“Lolita” — Vladimir Nabokov

“Lolita” — Vladimir Nabokov


It is one of the conflicts that Nabokov presents in Lolita that the reader is forced to feel as much desire to continue reading as disgust at the various incidents described; there are no words sufficiently powerful to describe such the unspeakable barbarity of the narrator, and yet, at the same time, he is completely unaware of his own evil. Of course, Humbert Humbert recognises that his proclivities are ‘frowned upon’ by society, but he himself regards his pursuit of “nymphets” –by which he means girls between the ages of nine and fourteen– as completely natural. Each page disgusted me, but I finished the novel because I wanted to watch this vile man be punished; it turns out that even that luxury is removed from the reader, as Humbert Humbert dies before he can be executed. Can you give us nothing, Nabokov?

Brief Synopsis:

Humbert Humbert, a French citizen, following the early death of his childhood sweetheart (a term I use in the loosest possibly sense considering for how long they actually knew each other) is sexually attracted to prepubescent girls. After the failure of his first marriage, he moves to America, and there ‘falls in love’ –I cannot call it genuine love– with Dolores Haze, the 12-year-old daughter of his proprietress, whom he marries in order to take advantage of Dolores. She then dies, Humbert becomes the legal guardian of ‘Lolita’ (his pet name for her), and to his great surprise, she seduces him on the first night they are alone. This is where the tables turn somewhat (or do they?)

Horror succeeds horror as they begin a road-trip together, and Humbert eventually ends up paying Lolita to perform various sexual favours for him, while she, now frequenting an all-girls day school, bribes him with sex into allowing her to take part in the school play etc. Finally, Humbert realises that someone is following them, and soon Lolita runs away with this mysterious person: a man of the same age of Humbert, but of whom he knows no more. Having lost track of her for years, she –having got married to someone else, and heavily pregnant– writes him a letter, asking for money; he gives her the money, and having extracted from her the name of the man who ‘stole’ her from him originally, kills him and is arrested.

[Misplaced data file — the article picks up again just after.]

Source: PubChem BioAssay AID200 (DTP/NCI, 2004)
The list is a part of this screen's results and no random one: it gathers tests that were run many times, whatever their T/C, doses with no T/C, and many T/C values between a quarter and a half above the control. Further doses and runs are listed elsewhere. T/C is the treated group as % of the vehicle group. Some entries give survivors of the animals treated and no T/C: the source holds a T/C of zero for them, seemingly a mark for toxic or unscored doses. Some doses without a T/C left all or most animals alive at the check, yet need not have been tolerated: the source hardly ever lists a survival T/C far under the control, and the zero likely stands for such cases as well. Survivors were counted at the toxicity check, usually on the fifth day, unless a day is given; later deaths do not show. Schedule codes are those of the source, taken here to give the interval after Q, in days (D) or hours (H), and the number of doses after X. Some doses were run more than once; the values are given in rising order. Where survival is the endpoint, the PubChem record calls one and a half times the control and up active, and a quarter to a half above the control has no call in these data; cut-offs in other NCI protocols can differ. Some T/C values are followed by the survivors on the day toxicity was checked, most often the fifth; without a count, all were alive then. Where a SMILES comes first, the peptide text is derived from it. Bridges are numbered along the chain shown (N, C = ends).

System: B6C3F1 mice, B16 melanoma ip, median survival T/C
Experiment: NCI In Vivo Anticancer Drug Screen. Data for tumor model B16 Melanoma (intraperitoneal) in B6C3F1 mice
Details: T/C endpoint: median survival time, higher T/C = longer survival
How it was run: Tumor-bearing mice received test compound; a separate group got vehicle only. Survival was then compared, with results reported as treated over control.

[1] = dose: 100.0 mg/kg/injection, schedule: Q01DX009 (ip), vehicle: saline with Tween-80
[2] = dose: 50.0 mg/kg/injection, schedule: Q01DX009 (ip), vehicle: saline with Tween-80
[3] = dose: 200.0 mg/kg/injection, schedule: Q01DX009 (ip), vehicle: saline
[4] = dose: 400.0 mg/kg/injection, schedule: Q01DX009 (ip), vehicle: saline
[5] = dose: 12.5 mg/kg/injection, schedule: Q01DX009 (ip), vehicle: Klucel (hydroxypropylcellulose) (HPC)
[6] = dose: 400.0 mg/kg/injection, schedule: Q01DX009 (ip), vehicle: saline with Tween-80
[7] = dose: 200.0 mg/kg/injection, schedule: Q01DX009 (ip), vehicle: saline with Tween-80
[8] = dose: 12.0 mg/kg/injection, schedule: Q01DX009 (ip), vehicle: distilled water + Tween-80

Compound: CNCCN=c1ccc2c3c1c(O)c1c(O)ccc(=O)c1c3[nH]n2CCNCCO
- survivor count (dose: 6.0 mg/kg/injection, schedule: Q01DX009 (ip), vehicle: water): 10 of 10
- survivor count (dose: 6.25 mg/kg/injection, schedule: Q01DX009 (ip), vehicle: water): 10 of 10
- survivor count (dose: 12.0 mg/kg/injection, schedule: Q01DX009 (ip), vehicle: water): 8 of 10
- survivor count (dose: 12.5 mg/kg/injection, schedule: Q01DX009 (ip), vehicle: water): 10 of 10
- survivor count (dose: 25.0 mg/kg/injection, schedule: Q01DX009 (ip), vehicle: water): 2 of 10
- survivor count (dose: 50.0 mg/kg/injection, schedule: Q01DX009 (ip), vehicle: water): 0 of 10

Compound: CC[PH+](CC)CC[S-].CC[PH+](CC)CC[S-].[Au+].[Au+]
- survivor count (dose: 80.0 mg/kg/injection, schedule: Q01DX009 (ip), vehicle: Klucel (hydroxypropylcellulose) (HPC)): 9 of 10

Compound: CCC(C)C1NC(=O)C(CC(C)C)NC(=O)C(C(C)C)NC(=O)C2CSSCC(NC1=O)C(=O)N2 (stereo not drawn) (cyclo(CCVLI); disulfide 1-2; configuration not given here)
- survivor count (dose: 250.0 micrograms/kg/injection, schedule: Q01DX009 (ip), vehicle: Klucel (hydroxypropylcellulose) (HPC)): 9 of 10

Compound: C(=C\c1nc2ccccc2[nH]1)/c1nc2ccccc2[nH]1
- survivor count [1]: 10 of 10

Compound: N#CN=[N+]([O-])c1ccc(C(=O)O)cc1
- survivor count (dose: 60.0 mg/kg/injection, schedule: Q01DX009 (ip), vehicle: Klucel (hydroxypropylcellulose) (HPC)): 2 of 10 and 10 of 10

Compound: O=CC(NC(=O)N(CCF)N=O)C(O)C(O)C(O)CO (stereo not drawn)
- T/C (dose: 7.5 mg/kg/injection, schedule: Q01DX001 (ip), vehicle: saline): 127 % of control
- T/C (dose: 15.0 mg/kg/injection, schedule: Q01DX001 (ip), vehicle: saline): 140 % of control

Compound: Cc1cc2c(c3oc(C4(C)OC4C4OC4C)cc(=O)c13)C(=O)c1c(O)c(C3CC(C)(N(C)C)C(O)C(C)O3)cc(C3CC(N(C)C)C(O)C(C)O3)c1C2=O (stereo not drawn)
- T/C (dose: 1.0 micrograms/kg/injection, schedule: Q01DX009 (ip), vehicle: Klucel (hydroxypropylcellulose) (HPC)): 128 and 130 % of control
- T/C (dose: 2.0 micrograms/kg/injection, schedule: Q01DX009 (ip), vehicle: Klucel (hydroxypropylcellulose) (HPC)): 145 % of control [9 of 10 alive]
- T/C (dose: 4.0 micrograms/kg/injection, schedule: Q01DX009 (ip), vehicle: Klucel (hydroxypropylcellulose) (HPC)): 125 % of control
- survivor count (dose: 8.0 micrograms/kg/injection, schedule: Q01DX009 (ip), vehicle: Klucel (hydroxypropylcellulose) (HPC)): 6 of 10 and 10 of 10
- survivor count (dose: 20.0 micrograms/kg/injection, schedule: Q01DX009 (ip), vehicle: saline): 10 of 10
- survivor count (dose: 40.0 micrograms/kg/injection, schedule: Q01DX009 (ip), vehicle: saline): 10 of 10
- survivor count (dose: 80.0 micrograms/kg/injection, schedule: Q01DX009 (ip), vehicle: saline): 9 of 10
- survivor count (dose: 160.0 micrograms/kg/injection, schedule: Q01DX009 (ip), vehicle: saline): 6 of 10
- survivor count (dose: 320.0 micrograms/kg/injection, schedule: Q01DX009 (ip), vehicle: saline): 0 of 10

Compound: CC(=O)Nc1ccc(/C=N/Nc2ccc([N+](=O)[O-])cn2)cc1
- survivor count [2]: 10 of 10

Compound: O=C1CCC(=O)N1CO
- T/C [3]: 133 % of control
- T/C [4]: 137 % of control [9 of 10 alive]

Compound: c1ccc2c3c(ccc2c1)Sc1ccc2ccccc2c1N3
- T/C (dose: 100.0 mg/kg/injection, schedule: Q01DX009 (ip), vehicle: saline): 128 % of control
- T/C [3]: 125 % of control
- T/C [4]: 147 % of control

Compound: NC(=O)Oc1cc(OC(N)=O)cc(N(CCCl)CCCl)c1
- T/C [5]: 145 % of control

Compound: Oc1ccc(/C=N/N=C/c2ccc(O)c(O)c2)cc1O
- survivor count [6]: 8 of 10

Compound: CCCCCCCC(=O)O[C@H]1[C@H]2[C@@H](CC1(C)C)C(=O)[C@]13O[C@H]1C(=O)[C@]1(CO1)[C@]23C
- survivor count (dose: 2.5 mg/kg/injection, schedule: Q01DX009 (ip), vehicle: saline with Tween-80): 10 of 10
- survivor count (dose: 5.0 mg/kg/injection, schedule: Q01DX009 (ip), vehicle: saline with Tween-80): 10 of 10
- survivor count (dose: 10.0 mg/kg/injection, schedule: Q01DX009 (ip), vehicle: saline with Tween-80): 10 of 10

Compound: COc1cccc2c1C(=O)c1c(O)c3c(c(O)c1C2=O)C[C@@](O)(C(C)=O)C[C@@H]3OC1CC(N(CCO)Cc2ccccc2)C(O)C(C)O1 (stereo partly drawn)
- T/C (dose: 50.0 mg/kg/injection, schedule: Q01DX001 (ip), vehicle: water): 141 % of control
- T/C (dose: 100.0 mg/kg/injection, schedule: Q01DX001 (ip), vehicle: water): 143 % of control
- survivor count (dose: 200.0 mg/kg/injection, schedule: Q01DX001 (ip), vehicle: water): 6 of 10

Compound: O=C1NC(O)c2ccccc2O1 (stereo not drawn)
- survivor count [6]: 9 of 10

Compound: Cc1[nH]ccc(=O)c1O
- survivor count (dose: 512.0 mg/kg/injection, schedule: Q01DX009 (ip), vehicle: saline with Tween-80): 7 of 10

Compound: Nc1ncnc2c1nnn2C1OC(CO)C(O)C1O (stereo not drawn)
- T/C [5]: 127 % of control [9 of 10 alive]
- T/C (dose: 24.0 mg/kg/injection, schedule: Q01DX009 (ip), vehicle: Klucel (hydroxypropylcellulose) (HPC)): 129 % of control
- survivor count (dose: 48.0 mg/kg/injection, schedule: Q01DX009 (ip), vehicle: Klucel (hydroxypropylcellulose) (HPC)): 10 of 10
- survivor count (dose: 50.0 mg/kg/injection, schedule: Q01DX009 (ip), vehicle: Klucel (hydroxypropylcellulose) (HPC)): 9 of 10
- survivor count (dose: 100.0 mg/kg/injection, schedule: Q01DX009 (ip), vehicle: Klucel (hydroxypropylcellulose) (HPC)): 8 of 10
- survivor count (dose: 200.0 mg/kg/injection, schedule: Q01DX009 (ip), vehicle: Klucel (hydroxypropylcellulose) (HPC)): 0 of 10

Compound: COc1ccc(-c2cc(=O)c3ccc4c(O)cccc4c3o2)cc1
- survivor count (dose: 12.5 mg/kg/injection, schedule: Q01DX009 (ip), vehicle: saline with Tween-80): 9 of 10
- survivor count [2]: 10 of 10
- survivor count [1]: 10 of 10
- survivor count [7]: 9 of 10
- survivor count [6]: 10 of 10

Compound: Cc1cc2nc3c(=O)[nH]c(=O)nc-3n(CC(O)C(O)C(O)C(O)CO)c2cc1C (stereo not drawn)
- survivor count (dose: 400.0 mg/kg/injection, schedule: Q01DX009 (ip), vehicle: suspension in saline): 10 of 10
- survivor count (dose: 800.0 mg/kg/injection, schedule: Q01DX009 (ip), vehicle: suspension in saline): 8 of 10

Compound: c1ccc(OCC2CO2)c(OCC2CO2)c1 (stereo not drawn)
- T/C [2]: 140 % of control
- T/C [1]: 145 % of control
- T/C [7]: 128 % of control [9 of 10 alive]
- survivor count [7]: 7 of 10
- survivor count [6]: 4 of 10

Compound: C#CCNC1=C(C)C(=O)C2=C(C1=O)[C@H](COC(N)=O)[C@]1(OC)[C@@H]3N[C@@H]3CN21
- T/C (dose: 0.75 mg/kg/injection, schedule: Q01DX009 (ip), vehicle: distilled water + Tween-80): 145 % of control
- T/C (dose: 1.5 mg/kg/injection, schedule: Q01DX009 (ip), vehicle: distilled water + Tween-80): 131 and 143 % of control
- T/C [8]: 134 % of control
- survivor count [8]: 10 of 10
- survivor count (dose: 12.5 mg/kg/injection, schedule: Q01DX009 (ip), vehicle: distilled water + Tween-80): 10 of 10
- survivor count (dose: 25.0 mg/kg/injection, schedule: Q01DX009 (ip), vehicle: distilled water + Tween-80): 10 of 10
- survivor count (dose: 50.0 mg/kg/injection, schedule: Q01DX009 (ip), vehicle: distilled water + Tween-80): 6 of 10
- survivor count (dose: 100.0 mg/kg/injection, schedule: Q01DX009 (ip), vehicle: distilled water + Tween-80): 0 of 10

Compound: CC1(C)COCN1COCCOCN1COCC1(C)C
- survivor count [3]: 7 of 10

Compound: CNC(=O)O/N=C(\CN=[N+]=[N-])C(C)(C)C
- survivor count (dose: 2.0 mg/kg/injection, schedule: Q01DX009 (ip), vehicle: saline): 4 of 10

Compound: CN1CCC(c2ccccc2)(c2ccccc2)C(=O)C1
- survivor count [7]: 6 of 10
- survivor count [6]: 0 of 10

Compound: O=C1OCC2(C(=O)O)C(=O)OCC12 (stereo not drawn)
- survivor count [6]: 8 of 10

Small Point(s):

♥ Apparently any “astute reader” was supposed to have realised, long before Lolita explicitly reveals it, who was following them; I am forced to admit that I was not one of these select few, and actually felt disappointed by the revelation that it was the playwright Clare Quilty. He felt rather irrelevant to me, to be honest, and I was rooting for John Farlow, if only because it would serve Humbert right for unknowingly seducing his wife. Missed a trick there, Vladimir.

♥ I was reluctantly impressed by the verbal appropriation of Dolores signified by her name change; while she is Dolly, Dolores or Lo to everyone else, Humbert persists in calling her Lolita. In a sense, I optimistically thought that it was this which allowed her to escape the experiences of her youth largely ‘unscathed’ (the wrong word here, but I couldn’t think of another); she wasn’t the person that he created and defiled, so her actual self was able to live happily ever after. Until her death. Which reminds me…

♥ …SHE DIES IN CHILDBIRTH. Give us something, anything to cling on to, Vlad. We’re losing hope.

♥ Actually, how astute was the reader expected to be?! Quilty’s various literary appellations gave me a headache (how on earth were we supposed to know them all?) I was inordinately pleased to have understood “A. Person, Porlock, England” and “D. Orgon, Elmira, NY” but the rest escaped me. I don’t think I’m intelligent enough to read this.

The Big Scoop:

I cannot say that I enjoyed this book in any capacity, but I was awed by the way in which the stern black and white of Lolita is being raped and it’s awful gradually morphed into the shameful-to-admit grey of Is she complicit in her rape? The taboo nature of the subject matter just distracted me too much from any potential message therein, however, and Humbert’s smug style of writing –if I had heard him complain one more time about his own physical appeal, I would not have been responsible for my actions– could engender no spark of pity at any point, though it admirably conveyed his systematic deterioration. Why was he allowed to get away with this for so long?

I think that part of the visceral reaction I had to this book was due to its structure as Humbert’s memoirs written in prison. Although I thus knew that he would ultimately be punished, the extremely realistic tone of the entire thing resounded with me too strongly, and this was not aided by the fake ‘introduction’ by a distinguished sounding John Ray at the beginning of the novel.


3 ½ out of 10. I could not allow myself to appreciate this book on principle, and it’s a shame given how well-written it is. All I can say is that I feel slightly sorry for “Véra”, to whom it is dedicated; having been informed that she’d been so inspiring as to have had a book dedicated to her, she must have been overjoyed… and a great deal less so when the subject matter of the book had been discerned.

Suitable perhaps to grace the annals of fame –for it certainly shattered some boundaries!– but not the bookshelf: and I’m sure that Véra would probably have felt the same.


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